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Professional News
Dimensional Symptom Measures Show Several Advantages
Psychiatric News
Volume 46 Number 23 page 6a-6a

Dimensional symptom measures, such as those being proposed for use in DSM-5, reveal a more complex symptom profile for patients with serious mental illness than do categorical diagnoses, said William Narrow, M.D., M.P.H., associate director of APA’s Division of Research, during the session “Clinical Complexity of Publicly Insured Patients and Implications for Clinical Practice” at APA’s 2011 Institute on Psychiatric Services in San Francisco in October.

Narrow presented an analysis of data from a study by the American Psychiatric Institute for Research and Education in which rates of categorical diagnoses and dimensional symptom ratings were examined for Medicare/Medicaid dual-eligible patients with schizophrenia, major depressive disorder, posttraumatic stress disorder, or substance use disorders.

“Compared with DSM-IV categorical measures, dimensional symptom measures resulted in a more clinically complex characterization of patients’ psychopathology, identifying many different symptom-based subgroups within each major diagnostic group,” Narrow said (see Key Points).

Data used for the analysis were collected from a practice-based research study of the Medicare Part D program in 2006. Clinically active psychiatrists were randomly selected from the AMA Masterfile and reported data on one systematically selected Medicare/Medicaid dual-eligible patient; data were obtained on 2,941 patients.

Detailed patient sociodemographic and clinical data were collected, including all DSM-IV-TR Axis I and II disorders, along with dimensional ratings of problems with psychotic, depressive, anxiety, manic, substance use, and sleep symptoms. Problems were rated as “none,” “mild,” “moderate,” or “severe.”

For each of the major diagnostic groups—schizophrenia, major depressive disorder, posttraumatic stress disorder, and substance use disorders—the dimensional ratings revealed significant comorbidity that was not captured by the DSM-IV categorical diagnoses.

For instance, among patients with schizophrenia, 10 percent had anxiety symptoms that were rated as “severe,” and 73 percent had symptoms of anxiety that were either “mild” or “moderate.” Yet only 6 percent had received any diagnosis of an anxiety disorder.

Similarly, 66 percent of patients with schizophrenia had problems with sleep— of whom 7 percent had symptoms that were rated as severe.

The same pattern was seen for major depressive disorder, posttraumatic stress disorder, and substance use disorders, with depressive, anxiety, and sleep problems reported at high rates across disorders.

Most strikingly, sleep disturbances were reported across all of the major diagnostic groups, but were never diagnosed in this patient group using a DSM-IV diagnosis. Eighty-eight percent of patients with major depression, 93 percent of patients with posttraumatic stress disorder, and 80 percent of patients with substance use disorders reported mild to severe sleep problems.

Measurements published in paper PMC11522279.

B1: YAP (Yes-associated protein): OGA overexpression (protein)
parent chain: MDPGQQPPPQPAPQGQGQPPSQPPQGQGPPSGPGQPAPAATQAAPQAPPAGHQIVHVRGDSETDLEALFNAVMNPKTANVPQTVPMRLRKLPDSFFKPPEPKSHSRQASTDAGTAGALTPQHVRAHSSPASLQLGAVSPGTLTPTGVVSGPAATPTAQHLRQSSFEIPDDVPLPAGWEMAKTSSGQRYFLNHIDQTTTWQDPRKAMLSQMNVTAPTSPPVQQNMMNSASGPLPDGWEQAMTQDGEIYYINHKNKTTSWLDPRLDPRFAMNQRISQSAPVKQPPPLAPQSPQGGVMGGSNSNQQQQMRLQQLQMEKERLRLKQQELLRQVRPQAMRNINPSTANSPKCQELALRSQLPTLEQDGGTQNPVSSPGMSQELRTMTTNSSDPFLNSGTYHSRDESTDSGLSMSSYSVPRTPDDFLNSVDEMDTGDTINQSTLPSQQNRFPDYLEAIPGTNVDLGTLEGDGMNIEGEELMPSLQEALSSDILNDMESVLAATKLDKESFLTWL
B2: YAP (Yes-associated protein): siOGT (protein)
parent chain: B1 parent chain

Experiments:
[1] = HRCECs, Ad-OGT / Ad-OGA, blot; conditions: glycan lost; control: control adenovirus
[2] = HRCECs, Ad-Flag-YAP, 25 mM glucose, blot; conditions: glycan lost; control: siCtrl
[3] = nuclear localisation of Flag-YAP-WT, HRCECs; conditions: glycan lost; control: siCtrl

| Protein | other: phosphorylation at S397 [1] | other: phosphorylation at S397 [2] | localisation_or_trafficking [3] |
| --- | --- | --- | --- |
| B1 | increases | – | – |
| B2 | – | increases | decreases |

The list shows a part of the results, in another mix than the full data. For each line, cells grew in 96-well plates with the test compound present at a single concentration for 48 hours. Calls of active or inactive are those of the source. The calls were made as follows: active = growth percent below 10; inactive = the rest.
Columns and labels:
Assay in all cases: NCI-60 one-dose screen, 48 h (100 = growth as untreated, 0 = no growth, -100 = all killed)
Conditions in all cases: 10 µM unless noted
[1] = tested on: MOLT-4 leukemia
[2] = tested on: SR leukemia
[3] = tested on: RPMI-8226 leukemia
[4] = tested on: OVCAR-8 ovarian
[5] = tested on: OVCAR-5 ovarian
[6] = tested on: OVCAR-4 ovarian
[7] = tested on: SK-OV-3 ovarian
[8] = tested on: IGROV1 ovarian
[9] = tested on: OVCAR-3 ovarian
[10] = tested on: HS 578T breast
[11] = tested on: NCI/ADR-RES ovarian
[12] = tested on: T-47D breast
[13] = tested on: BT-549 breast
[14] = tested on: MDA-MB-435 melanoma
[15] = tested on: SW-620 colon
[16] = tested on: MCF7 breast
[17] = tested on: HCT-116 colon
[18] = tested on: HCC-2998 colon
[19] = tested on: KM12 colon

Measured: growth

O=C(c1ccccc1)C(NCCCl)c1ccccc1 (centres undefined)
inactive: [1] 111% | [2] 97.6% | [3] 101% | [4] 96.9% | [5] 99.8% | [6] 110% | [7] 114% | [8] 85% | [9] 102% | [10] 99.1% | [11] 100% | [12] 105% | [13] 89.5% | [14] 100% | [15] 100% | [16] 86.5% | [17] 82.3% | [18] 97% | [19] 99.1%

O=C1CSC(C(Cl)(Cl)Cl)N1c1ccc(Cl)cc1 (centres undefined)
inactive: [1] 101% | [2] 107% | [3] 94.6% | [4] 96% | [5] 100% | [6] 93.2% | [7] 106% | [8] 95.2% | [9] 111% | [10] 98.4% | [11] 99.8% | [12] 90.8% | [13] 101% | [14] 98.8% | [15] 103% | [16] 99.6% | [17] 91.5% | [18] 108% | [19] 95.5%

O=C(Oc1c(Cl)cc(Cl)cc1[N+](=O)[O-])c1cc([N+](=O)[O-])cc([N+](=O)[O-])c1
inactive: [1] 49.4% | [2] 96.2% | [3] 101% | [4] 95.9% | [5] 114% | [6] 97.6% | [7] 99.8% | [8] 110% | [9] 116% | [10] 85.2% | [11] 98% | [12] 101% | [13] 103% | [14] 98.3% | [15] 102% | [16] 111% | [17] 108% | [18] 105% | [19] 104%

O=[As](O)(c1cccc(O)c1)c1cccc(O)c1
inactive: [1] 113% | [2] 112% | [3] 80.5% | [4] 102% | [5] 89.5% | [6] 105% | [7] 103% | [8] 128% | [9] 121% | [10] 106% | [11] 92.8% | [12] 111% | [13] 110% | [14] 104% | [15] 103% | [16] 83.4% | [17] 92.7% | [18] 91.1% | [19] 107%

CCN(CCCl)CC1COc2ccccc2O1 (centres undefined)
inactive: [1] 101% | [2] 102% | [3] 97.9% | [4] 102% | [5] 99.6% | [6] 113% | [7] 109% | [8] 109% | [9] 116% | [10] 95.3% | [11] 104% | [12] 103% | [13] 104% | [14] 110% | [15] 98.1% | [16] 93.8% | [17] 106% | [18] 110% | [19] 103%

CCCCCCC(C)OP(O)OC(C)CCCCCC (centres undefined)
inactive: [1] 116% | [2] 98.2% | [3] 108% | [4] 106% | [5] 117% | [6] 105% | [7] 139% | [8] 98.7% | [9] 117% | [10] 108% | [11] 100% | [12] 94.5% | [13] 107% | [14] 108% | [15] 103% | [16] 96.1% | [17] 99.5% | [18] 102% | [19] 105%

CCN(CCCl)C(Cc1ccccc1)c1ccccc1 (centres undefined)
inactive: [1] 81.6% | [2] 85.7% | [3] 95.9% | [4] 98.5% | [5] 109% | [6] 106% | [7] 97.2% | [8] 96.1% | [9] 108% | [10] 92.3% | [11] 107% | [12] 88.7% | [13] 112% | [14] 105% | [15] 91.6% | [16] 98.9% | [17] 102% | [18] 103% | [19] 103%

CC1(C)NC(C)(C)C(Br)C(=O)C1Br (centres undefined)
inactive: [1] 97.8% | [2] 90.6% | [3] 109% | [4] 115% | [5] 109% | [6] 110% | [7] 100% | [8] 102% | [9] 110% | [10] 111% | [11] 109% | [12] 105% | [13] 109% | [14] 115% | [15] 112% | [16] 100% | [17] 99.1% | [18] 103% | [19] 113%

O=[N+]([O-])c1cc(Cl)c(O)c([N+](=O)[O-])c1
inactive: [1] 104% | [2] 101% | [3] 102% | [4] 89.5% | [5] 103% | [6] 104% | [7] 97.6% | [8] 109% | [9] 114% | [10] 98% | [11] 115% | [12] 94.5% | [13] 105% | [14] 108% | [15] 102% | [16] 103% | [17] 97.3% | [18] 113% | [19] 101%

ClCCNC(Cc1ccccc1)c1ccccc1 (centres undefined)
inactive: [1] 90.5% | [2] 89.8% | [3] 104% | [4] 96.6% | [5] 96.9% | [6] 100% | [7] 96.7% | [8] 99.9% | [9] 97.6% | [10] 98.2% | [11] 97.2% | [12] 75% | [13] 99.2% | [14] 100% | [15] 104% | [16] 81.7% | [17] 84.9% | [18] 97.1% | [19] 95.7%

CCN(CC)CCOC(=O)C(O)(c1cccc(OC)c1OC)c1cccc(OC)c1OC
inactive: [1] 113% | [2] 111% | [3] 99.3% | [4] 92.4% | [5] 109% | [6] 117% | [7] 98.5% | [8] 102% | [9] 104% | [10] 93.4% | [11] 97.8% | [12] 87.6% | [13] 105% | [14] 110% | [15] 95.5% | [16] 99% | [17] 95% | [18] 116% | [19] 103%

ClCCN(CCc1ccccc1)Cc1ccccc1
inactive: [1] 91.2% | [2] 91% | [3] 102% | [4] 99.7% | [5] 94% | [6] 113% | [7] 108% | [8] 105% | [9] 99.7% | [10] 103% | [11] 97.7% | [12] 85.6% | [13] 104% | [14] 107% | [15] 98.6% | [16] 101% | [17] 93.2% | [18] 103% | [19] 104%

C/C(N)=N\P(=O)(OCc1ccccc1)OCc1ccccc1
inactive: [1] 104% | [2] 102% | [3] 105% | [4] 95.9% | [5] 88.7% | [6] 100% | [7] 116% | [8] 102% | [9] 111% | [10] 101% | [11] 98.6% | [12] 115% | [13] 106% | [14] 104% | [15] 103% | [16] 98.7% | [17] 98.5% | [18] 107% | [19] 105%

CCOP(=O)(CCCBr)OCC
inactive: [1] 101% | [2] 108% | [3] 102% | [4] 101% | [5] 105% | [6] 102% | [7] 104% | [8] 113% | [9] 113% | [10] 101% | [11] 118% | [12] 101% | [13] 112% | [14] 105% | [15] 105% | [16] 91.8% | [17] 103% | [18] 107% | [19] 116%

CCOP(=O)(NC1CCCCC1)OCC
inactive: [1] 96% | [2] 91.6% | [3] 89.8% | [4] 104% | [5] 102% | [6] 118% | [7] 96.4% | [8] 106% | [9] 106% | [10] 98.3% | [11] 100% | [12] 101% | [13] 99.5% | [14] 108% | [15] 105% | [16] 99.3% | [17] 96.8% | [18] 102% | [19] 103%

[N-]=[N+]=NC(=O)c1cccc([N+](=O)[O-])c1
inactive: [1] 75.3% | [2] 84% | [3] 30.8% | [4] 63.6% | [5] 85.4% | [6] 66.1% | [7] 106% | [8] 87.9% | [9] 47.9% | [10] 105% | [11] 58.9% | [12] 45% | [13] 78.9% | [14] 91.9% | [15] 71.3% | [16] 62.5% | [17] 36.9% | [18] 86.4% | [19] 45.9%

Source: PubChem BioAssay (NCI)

Narrow noted that cross-cutting dimensional measures of psychopathology, in symptom domains such as those used in the analysis, have been proposed for DSM-5 along with severity measures, specific to a diagnosis, that would be completed by clinician or patient.

“Clinicians should be alert to the presence of co-occurring symptoms in their patients,” Narrow said. “Dimensional measures have potential value in assessing patients’ clinical status and making and justifying treatment decisions, beyond information conveyed by a categorical diagnosis.”

More information on dimensional assessment is posted at <www.dsm5.org/proposedrevisions/pages/cross-cuttingdimensionalassessmentindsm-5.aspx>.inline-graphic-1.gif

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  • Dimensional measures uncovered significant comorbidity among public patients with serious mental illness that was not captured by categorical diagnoses.

  • Among patients with schizophrenia, 10 percent had anxiety symptoms that were rated as “severe,” and 73 percent had symptoms of anxiety that were either “mild” or “moderate.” Yet only 6 percent had received a diagnosis of anxiety disorder.

  • Depressive, anxiety, and sleep problems were reported at high rates across disorders. Eighty-eight percent of patients with major depression, 93 percent of patients with PTSD, and 80 percent of patients with substance use disorders reported mild to severe sleep problems though a sleep disorder was never diagnosed using DSM-IV  categories.

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